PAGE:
Tuesday, May 27, 2014

IBM Benelux System z Study Tour USA 2014 Edition

Hans Deketele from IBM Belgium is planning another IBM Benelux System z Study Tour USA. The tour usually takes you to Poughkeepsie and the agenda contains Lab visits, Reference companies, Premium speakers, Cutting edge technology, System z trends & directions ...

Here's his invitation to the Benelux customers
"Dear customer,

In the year of the Mainframe 50 event the focus is heavily on the IBM System z and of course we are again planning a System z Study Tour to the US, probably in early October.
Maybe you already joined us in one of the previous tours or maybe you always wanted to but never did: this is an early message that we have started planning for the next edition of this event.

Please reply to this email before May 30 if you are interested to join us. Of course this is by no means a commitment that you will actually be able to join.

We plan the tour to be all about System z and the relevant software that you need to generate success in the areas of Cloud, Analytics, Mobile, Social, Security, Linux, Storage...
So, just send an email to Hans if you're interested or you can always contact me too of course.

Friday, May 23, 2014

Reminder : Hardware End of Marketing for z196 and z114

I wrote about this in a previous post along with the announcement of the zBC12, but I think a quick reminder may be in place. Last year IBM announced the two-phase end of marketing dates for the z196 and the z114.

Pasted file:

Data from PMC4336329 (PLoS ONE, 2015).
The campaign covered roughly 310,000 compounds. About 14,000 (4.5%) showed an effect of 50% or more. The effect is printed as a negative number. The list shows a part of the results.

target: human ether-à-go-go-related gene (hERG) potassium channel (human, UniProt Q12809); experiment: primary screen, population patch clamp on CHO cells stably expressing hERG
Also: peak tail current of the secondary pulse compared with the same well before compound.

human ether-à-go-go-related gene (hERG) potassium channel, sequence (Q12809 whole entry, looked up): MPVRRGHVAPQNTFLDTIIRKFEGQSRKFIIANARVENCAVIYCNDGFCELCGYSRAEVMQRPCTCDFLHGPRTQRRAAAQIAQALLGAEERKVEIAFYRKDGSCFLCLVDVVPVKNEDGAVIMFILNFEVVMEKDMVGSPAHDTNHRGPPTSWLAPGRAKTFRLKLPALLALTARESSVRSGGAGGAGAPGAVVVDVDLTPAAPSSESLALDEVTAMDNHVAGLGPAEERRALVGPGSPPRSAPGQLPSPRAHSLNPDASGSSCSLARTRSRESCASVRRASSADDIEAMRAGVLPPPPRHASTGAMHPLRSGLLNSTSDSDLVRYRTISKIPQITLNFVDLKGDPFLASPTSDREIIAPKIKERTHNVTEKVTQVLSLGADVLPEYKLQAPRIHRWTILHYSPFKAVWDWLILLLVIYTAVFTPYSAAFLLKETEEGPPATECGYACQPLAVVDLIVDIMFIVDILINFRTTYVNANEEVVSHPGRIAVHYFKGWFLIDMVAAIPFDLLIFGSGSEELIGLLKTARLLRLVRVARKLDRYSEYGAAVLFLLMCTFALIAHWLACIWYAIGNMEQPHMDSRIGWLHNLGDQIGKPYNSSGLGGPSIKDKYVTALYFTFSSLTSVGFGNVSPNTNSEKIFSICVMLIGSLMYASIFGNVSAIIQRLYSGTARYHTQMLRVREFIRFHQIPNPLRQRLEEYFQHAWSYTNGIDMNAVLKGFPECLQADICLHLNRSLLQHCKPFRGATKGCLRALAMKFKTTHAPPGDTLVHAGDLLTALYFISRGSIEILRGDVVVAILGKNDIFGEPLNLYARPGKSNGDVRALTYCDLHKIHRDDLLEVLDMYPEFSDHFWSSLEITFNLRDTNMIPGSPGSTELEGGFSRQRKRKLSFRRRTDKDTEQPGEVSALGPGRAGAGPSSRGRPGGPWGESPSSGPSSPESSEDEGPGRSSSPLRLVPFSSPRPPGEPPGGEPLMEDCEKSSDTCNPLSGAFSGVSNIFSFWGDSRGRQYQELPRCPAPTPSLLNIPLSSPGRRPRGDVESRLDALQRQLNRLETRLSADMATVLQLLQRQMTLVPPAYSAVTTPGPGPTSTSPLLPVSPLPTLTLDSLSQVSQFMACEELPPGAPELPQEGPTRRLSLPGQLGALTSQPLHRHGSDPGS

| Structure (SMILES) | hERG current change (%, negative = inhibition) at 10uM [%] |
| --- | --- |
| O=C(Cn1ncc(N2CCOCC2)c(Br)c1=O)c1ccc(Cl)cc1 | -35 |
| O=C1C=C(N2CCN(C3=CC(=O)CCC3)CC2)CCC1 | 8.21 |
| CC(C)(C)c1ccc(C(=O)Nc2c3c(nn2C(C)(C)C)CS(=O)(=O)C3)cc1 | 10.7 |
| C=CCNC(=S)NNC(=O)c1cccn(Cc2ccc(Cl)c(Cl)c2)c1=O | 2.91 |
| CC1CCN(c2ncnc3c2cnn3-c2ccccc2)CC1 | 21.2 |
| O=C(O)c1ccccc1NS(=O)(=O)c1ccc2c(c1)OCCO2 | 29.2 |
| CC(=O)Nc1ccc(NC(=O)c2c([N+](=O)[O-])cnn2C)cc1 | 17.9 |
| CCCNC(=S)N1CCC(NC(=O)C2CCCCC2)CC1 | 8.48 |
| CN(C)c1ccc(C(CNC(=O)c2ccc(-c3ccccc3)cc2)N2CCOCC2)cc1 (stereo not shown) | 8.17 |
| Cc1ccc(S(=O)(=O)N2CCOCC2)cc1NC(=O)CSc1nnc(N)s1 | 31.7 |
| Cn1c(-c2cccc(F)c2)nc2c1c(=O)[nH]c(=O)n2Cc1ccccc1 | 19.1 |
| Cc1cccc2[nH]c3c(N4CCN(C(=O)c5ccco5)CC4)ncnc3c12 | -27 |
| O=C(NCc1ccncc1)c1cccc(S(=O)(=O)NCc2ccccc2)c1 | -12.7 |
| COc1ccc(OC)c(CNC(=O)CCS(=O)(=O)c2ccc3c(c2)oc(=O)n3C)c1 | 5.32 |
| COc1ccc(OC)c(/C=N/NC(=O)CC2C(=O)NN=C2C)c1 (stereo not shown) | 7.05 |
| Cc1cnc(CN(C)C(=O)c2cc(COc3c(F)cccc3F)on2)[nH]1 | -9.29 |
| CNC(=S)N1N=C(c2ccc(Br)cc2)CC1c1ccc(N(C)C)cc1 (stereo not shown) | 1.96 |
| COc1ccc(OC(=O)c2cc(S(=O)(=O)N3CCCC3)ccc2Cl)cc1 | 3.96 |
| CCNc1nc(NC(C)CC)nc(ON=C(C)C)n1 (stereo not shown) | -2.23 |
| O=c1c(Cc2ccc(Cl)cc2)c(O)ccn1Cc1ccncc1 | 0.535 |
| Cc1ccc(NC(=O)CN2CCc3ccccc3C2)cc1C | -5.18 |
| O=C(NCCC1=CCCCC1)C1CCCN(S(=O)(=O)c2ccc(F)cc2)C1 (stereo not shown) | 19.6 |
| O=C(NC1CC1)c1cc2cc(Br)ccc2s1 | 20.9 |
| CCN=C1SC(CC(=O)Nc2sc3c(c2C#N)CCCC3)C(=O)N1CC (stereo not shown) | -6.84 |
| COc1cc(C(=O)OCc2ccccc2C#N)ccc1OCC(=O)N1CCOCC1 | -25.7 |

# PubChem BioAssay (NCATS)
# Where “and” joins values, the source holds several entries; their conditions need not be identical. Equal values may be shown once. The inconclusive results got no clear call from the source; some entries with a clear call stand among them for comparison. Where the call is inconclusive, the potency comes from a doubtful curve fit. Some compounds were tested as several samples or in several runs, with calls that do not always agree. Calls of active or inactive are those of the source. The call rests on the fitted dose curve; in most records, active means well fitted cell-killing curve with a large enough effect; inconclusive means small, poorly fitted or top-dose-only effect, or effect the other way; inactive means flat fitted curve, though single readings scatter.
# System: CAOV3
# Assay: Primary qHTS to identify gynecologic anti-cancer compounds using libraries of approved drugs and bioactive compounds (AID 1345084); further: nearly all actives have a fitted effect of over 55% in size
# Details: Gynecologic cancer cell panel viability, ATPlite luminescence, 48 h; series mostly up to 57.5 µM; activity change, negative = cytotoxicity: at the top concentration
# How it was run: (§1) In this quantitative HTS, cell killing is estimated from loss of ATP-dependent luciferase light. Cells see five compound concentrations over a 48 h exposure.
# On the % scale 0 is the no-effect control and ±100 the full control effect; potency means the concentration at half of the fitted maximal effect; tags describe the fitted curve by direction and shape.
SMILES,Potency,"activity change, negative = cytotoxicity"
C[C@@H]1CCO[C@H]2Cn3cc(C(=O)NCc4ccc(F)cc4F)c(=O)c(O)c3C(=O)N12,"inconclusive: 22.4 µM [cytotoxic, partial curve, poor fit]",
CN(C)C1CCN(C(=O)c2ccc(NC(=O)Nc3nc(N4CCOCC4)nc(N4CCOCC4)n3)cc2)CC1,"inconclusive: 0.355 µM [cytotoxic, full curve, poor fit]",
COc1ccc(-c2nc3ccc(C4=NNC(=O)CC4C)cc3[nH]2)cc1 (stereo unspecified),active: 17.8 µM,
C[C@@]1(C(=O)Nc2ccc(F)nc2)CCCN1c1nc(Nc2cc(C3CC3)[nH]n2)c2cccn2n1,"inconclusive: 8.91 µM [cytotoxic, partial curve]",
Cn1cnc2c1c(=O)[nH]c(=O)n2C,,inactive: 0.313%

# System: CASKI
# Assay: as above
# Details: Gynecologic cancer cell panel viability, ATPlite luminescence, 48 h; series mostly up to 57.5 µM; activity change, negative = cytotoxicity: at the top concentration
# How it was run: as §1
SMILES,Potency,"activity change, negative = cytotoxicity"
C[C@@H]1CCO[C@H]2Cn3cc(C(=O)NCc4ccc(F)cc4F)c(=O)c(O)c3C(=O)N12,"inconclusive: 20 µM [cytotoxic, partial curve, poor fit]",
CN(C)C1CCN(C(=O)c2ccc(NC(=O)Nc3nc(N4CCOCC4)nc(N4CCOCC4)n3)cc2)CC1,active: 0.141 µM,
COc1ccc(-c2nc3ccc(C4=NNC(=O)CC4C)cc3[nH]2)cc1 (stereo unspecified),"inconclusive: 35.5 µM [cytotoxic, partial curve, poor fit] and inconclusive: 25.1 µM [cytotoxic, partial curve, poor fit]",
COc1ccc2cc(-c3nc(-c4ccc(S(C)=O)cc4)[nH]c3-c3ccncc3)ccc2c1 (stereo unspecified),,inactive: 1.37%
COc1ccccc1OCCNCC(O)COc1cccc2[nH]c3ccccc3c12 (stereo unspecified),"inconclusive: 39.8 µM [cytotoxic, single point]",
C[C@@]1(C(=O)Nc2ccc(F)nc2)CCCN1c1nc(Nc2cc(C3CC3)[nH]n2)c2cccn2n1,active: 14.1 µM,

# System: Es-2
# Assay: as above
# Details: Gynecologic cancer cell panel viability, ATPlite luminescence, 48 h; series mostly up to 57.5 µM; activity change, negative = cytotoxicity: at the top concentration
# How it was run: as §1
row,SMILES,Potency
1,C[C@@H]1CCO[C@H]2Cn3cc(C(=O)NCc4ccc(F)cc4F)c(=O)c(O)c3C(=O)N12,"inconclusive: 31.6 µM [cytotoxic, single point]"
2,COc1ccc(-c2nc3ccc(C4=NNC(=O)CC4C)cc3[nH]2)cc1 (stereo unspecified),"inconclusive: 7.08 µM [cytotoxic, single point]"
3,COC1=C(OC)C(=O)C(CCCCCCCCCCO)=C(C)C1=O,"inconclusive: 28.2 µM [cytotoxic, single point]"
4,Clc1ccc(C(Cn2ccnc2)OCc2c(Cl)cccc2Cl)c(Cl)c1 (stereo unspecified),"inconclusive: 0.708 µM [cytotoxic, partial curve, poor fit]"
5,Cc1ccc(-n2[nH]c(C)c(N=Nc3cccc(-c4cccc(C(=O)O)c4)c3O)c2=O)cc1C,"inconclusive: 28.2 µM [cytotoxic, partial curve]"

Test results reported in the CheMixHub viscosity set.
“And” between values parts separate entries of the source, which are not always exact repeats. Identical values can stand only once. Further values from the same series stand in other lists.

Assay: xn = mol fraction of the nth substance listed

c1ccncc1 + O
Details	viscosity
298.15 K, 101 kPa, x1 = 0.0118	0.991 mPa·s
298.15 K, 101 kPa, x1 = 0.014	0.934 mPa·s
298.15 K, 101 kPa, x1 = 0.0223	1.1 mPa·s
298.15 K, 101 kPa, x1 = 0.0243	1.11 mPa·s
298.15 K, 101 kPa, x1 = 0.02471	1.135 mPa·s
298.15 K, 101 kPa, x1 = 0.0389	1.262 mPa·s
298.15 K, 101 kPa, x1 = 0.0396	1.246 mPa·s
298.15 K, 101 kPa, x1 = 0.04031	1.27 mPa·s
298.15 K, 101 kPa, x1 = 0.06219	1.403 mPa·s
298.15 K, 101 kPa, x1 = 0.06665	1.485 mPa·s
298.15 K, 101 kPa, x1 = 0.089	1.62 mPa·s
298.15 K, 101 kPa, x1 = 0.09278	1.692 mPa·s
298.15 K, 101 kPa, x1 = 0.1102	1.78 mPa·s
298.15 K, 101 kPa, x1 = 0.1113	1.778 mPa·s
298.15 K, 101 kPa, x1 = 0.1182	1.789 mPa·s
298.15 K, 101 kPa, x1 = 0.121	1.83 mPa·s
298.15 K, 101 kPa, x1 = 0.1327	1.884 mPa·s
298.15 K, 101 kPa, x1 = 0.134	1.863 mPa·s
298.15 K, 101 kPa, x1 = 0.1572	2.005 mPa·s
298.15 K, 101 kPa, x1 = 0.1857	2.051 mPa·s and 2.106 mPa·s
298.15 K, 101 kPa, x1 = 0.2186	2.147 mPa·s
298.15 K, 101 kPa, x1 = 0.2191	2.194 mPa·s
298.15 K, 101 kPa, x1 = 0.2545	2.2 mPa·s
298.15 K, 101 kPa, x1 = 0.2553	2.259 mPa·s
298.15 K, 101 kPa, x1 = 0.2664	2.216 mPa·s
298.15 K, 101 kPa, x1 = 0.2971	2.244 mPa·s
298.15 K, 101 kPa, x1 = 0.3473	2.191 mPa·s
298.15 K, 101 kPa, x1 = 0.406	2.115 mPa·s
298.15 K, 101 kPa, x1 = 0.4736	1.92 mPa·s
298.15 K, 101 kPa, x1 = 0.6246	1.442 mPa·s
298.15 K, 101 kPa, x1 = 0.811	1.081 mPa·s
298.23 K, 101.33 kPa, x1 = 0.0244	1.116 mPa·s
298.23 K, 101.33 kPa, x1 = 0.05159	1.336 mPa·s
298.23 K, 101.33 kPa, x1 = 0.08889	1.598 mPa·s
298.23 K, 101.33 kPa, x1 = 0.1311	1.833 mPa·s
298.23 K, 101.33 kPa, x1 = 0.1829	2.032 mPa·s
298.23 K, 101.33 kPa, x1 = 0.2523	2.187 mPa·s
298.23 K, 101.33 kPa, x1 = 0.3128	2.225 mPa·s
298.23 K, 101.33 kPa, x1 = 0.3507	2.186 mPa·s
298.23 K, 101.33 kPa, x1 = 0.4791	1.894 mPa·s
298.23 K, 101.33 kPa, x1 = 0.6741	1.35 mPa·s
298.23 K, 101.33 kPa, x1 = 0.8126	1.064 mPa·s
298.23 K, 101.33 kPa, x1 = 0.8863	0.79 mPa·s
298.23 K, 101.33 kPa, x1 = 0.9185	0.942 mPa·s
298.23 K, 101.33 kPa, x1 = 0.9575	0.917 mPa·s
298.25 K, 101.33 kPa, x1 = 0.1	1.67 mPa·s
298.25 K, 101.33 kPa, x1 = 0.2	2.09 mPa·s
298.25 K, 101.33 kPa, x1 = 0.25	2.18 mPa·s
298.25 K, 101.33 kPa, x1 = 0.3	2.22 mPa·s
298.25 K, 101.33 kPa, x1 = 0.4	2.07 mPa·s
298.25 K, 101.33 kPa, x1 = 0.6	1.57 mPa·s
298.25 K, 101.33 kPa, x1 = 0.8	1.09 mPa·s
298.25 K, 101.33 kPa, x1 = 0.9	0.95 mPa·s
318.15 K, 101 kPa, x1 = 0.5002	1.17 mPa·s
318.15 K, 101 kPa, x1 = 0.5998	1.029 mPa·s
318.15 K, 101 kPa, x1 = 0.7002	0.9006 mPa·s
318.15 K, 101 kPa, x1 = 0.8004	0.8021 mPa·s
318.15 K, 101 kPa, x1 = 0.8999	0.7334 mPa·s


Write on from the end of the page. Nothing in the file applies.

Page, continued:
A little recap
  • June 30, 2014
    Past this date any upgrades towards a z196 or a z114 will no longer be possible. Nor will you be able to do any model conversions or hardware MES features. Roughly speaking this means that any upgrade which involves hardware changes will no longer be possible. The practical consequences mainly involve connectivity cards and memory. Up to June 30, 2015 you will still be able to activate that zIIP or an IFL or do a microcode upgrade (as long as you don't need an extra book) or even a downgrade. But if that involves adding memory, FICON- or OSA-cards, which is not that imaginary, then you must add them before June 30, 2014. 
  • June 30, 2015
    "Field install features and conversions that are delivered solely through a modification to the machine's Licensed Internal Code (LIC) will continue to be available until June 30, 2015" meaning that everything which is already in the machine will be able to be activated during the next year like, as I already said, zIIPs, IFLs and Plan ahead Memory.
    Capacity on Demand and CBU offerings will be usable until their expiration date. Something to keep in mind when you're planning to use a z196 or z114 after June 2015.